Elaine Collins, Commercial Director at, said: “We’re very excited to be involved with this fascinating project. The electoral rolls are the great missing link for family historians: after censuses and civil registration indexes, they provide the widest coverage of the whole population. To have Irish and Scottish records alongside England and Wales is also a huge advantage. These records will join the 1911 Census, Chelsea Pensioner Service Records and many more datasets available online at, which enable people to make fantastic discoveries day after day.”

Tuesday, 15 March 2011

British photography in Tibet

Tibetan musician     (Cambridge University Library, Y3039A/55)

I recently discovered an amazing resource for the study of Tibet.  The Tibet Album : British photography in Central Tibet, 1920-1950 provides online access to over 6000 digital images of Tibet, together with biographical information on the photographers, maps and access to the collection by date and place.
The original photographs are held in the Pitt Rivers Museum (Oxford) and the British Museum (London) and digitisation project was supported by the Arts and Humanities Research Council.

The Museum of Archaeology and Anthropology at Cambridge University holds the Frederick Williamson Collection.  Frederick Williamson was a British Political Officer stationed in Sikkim, Bhutan, and Tibet in the 1930s. He was also an ardent photographer. Between December 1930-August 1935, he and his wife, Margaret Williamson, shot approximately 1700 photographs throughout the Himalayan region. As well as documenting the Williamsons' personal travels, the photos provide an unusually well-preserved and well-catalogued insight into social life in Sikkim, Bhutan, and Tibet during the 1930s.   Williamson also shot 23 reels of 16mm cine film while in Sikkim, Bhutan and Tibet. These have now been digitised and can be viewed online.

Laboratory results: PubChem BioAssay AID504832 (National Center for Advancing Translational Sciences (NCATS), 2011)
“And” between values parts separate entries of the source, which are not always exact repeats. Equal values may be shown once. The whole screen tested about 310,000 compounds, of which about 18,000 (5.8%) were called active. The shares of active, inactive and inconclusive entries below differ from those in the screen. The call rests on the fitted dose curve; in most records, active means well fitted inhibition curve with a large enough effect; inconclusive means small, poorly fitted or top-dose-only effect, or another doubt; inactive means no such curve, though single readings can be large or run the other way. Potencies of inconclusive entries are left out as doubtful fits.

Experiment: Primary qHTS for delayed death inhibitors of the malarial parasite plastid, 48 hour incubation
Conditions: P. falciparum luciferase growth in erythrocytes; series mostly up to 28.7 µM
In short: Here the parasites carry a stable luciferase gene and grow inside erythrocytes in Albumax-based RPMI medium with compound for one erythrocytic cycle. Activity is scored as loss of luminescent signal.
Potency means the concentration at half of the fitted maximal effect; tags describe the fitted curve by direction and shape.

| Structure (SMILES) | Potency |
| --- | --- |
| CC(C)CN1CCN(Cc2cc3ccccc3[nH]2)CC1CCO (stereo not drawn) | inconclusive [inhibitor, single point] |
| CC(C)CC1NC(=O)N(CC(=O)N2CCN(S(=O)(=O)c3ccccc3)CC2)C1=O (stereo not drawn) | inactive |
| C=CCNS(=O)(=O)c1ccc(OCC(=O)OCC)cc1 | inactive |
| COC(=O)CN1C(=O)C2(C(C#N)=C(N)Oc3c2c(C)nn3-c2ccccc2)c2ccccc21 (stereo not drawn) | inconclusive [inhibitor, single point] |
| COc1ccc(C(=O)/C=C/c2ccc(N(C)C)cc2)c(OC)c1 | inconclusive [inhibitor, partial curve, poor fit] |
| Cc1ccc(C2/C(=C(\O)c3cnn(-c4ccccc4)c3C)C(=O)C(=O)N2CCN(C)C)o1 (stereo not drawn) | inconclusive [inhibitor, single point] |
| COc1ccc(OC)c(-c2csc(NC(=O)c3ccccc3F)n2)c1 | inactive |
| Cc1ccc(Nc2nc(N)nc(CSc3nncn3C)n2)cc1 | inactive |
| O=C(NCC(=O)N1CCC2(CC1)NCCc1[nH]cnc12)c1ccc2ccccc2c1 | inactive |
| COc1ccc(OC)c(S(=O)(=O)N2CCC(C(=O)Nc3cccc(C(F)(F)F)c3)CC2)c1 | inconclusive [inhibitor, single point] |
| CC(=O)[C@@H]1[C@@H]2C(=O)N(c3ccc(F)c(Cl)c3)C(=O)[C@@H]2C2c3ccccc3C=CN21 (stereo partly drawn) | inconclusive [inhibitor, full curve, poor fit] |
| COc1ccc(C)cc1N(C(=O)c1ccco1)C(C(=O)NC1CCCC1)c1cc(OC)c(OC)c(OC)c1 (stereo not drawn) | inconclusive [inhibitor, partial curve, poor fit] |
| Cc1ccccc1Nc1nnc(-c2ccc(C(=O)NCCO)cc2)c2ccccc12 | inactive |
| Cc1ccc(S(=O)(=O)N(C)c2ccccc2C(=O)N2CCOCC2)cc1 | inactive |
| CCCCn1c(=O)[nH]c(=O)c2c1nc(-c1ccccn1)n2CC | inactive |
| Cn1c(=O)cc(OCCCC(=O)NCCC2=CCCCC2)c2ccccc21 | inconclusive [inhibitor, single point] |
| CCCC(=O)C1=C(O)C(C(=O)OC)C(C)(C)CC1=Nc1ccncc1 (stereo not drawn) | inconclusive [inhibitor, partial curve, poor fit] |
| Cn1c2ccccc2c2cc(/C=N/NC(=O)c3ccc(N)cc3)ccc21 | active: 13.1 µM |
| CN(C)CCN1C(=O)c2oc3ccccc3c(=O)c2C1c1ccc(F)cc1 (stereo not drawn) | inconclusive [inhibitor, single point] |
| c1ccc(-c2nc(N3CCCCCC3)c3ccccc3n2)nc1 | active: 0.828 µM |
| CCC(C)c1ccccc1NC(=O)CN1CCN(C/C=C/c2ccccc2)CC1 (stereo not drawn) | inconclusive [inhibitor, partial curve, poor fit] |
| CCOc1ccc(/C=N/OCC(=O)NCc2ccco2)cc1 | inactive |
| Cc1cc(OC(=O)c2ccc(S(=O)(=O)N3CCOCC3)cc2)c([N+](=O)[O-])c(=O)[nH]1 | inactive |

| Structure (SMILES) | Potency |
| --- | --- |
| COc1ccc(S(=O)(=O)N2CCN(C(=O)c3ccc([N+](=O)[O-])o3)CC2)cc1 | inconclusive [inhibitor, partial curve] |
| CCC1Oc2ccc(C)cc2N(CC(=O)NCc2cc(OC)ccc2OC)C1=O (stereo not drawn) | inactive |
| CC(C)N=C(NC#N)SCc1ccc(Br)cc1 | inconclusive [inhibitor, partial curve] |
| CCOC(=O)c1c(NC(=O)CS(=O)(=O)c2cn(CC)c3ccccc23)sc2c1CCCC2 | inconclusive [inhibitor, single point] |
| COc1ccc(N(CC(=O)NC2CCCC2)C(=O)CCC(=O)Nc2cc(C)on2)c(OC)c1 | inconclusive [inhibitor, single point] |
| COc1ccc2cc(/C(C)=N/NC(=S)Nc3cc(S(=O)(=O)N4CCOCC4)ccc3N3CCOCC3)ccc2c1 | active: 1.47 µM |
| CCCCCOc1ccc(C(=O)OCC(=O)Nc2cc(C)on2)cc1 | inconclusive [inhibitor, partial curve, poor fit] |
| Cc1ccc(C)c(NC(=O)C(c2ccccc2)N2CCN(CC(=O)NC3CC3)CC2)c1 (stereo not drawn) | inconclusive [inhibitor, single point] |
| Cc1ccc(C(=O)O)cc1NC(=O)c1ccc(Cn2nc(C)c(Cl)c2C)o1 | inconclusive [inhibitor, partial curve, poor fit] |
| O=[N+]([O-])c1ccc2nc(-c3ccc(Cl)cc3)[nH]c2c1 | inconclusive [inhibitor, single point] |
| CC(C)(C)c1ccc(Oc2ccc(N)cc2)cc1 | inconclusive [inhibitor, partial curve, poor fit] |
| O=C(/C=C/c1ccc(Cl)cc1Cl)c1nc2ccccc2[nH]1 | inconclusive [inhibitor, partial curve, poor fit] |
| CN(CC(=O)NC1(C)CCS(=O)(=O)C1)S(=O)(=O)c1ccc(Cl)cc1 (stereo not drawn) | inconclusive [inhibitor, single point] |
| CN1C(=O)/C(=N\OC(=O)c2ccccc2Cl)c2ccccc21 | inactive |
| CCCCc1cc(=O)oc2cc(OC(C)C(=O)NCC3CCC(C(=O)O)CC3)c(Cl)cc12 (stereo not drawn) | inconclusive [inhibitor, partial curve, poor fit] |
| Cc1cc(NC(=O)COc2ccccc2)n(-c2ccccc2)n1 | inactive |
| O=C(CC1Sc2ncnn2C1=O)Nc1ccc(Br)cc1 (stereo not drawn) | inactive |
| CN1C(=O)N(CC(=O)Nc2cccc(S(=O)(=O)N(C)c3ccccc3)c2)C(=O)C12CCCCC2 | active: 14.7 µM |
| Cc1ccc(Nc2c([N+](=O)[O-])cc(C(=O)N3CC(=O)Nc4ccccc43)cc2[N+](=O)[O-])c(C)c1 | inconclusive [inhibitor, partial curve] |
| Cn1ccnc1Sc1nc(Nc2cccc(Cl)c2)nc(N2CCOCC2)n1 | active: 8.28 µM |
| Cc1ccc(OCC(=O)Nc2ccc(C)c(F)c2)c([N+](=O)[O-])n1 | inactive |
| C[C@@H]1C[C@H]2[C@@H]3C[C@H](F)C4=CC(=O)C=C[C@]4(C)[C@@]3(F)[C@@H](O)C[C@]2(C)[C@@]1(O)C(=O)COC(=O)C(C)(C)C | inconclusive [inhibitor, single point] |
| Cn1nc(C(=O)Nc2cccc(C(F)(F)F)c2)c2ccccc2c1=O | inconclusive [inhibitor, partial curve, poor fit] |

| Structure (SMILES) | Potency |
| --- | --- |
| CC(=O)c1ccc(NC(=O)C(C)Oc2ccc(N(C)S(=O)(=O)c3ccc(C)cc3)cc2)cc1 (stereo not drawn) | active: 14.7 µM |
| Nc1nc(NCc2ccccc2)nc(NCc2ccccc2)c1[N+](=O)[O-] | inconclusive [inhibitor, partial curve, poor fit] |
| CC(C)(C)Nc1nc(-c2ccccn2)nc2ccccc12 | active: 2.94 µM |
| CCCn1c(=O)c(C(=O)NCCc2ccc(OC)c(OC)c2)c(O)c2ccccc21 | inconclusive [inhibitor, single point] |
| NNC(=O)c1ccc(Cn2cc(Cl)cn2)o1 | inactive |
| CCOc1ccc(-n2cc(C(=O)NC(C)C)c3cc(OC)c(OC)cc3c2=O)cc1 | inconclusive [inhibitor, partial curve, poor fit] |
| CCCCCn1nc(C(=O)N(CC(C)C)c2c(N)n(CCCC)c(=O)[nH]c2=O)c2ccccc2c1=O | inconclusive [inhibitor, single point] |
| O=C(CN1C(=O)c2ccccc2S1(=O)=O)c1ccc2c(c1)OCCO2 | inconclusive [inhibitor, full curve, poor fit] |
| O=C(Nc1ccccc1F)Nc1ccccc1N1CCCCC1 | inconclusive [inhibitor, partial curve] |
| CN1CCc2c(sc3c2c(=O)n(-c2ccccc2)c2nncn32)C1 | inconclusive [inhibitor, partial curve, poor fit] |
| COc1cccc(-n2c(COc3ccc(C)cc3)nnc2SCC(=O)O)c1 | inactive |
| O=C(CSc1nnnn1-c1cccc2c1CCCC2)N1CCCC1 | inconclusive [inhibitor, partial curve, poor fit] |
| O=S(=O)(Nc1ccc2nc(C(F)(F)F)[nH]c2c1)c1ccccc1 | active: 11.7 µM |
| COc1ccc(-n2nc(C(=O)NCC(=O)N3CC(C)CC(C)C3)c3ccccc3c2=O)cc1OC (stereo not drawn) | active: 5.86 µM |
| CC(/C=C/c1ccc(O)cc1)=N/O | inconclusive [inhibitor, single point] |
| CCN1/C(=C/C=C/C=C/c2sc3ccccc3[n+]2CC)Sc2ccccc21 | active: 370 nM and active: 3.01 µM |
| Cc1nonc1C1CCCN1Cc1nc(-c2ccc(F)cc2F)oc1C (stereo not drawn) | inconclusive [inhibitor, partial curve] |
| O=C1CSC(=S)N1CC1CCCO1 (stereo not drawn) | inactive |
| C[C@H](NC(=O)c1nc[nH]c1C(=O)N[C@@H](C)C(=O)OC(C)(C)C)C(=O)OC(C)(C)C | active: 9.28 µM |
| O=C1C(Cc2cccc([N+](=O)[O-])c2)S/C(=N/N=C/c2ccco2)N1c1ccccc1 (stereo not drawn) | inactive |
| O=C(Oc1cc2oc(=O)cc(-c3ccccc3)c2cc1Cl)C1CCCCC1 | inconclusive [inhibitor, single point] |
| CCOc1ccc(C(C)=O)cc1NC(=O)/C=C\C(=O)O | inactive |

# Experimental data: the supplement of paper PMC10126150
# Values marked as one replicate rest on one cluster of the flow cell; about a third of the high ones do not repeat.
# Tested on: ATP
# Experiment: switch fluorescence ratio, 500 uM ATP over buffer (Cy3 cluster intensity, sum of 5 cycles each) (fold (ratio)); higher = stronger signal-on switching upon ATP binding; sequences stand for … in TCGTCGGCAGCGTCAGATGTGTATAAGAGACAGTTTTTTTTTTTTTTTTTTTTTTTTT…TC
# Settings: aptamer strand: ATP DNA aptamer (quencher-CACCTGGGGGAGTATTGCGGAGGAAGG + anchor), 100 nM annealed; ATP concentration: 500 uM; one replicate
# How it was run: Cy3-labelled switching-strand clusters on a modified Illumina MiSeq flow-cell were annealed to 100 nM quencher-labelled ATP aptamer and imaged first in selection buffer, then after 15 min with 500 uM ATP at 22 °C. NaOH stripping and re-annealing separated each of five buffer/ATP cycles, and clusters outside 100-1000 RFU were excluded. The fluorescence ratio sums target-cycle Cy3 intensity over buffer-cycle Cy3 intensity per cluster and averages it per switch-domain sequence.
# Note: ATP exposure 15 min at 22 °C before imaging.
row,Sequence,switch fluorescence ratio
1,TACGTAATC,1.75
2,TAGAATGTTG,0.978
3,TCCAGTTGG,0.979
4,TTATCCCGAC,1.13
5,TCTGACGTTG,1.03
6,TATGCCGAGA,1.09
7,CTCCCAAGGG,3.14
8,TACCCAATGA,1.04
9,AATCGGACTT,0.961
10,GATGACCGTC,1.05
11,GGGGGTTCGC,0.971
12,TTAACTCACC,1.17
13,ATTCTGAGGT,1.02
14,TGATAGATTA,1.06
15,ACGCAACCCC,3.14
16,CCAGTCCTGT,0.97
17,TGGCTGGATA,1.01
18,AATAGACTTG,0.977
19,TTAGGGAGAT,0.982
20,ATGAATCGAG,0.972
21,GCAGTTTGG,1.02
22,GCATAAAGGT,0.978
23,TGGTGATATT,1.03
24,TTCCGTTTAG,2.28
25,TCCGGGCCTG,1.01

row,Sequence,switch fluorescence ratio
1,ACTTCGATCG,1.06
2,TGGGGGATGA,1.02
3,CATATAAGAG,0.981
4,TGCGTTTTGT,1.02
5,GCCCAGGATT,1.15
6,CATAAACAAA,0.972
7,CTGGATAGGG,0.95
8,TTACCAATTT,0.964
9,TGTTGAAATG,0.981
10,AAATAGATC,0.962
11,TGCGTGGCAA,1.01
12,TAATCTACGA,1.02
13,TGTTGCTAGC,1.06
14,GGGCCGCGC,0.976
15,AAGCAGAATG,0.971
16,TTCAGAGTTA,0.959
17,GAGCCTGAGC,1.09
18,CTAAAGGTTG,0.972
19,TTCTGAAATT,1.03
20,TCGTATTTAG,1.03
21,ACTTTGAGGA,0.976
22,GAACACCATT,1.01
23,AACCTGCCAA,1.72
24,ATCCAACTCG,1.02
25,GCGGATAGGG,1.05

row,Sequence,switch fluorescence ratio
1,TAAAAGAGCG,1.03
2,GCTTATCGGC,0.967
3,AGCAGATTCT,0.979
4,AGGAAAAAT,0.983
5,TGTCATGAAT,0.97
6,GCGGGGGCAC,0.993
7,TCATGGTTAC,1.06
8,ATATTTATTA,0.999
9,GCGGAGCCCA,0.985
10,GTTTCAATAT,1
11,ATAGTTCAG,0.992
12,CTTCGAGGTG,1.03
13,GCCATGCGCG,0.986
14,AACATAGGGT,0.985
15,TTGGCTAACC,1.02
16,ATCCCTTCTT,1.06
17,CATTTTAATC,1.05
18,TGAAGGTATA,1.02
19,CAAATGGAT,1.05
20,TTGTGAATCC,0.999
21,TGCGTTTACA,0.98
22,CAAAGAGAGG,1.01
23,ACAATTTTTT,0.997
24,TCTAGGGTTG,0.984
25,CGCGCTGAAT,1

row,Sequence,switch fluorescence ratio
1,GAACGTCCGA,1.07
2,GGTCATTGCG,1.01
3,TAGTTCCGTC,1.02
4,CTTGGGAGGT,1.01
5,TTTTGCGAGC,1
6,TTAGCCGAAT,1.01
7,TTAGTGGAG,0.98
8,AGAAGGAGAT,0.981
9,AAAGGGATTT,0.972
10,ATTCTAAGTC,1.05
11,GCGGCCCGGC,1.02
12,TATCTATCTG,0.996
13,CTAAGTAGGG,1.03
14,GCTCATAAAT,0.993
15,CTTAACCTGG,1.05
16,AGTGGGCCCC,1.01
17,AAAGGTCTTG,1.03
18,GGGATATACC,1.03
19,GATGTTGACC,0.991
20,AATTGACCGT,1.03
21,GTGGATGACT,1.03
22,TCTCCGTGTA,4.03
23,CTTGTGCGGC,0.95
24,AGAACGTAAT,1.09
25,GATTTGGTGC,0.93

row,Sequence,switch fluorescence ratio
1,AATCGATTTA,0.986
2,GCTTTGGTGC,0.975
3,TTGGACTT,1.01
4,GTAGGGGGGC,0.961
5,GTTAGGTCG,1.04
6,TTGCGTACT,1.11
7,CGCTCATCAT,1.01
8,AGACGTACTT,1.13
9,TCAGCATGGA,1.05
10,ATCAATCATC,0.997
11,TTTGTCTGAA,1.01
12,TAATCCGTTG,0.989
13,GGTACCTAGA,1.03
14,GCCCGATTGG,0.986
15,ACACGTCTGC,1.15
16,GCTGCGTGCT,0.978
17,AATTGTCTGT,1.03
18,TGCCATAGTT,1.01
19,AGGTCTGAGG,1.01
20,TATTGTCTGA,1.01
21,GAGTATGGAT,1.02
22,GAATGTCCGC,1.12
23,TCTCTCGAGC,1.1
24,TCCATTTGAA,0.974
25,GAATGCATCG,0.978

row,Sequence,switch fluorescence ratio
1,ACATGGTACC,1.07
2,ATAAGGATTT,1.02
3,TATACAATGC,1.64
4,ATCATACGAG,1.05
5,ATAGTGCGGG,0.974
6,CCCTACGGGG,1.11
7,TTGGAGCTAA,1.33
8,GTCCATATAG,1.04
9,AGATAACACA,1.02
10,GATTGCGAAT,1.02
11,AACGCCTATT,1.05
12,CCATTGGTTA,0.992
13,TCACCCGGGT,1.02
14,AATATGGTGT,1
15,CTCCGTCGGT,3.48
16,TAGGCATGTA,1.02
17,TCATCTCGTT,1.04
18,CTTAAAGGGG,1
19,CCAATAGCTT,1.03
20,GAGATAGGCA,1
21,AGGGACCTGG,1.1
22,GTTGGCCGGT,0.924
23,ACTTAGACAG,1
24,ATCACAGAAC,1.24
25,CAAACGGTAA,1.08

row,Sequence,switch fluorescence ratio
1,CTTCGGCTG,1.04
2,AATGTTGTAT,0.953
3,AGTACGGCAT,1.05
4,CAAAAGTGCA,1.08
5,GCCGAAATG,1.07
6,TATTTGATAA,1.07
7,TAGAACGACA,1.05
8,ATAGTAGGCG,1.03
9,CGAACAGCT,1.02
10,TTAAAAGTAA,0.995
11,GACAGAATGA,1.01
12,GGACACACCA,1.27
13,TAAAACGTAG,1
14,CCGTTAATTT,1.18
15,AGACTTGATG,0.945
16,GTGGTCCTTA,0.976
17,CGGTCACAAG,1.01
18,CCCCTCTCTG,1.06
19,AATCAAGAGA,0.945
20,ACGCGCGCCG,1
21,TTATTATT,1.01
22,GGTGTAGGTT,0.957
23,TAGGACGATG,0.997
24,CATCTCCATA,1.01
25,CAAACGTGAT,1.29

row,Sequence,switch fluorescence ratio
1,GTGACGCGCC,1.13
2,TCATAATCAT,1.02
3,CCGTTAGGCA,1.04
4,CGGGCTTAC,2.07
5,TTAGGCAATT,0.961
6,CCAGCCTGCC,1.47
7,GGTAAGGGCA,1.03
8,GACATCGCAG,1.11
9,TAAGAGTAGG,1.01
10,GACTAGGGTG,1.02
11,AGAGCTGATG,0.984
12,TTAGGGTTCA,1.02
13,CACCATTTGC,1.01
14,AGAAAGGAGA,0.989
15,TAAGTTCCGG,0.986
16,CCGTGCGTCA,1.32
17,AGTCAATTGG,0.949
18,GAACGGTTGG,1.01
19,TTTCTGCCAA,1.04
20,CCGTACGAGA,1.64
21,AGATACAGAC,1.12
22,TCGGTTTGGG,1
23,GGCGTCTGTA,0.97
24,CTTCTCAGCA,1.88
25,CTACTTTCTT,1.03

Also in Cambridge, the Centre of South Asian Studies holds three 16 mm films by Arthur John  Hopkinson, Political Officer in Sikkim, 1945-48.  One of these was taken on an extended tour of Tibet in 1947-48.  The Centre also holds transparencies and negatives taken in Tibet in 1934 by H.B. Hudson.  Colonel H. B. Hudson served in the Indian Army from the 1930s until Independence.  He travelled widely and spent one year in Tibet and made three survey journeys for the Himalaya Route Books. The Centre of South Asian Studies holds his memoir, A backward glance.
Group at Giagong on the Tibetan Frontier (Cambridge University Library, Y302592A/17)
The Royal Commonwealth Society collections in Cambridge University Library hold a report by Colman Patrick Louis Macaulay (1848-1890), Secretary to the Government of Bengal, Report on a Mission to Sikkim and the Tibetan Frontier, with a Memorandum on our relations with Tibet, 1885, including 22 images. (ref. Y302592A) Macaulay undertook his mission in October-November 1885, and reported enthusiastically on the value of extending British relations with Tibet, but though he was chosen to lead a subsequent mission to promote this, an Anglo-Chinese treaty led to its abandonment.

For more information on the opening photograph of a Tibetan musician by Benjamin Simpson, see: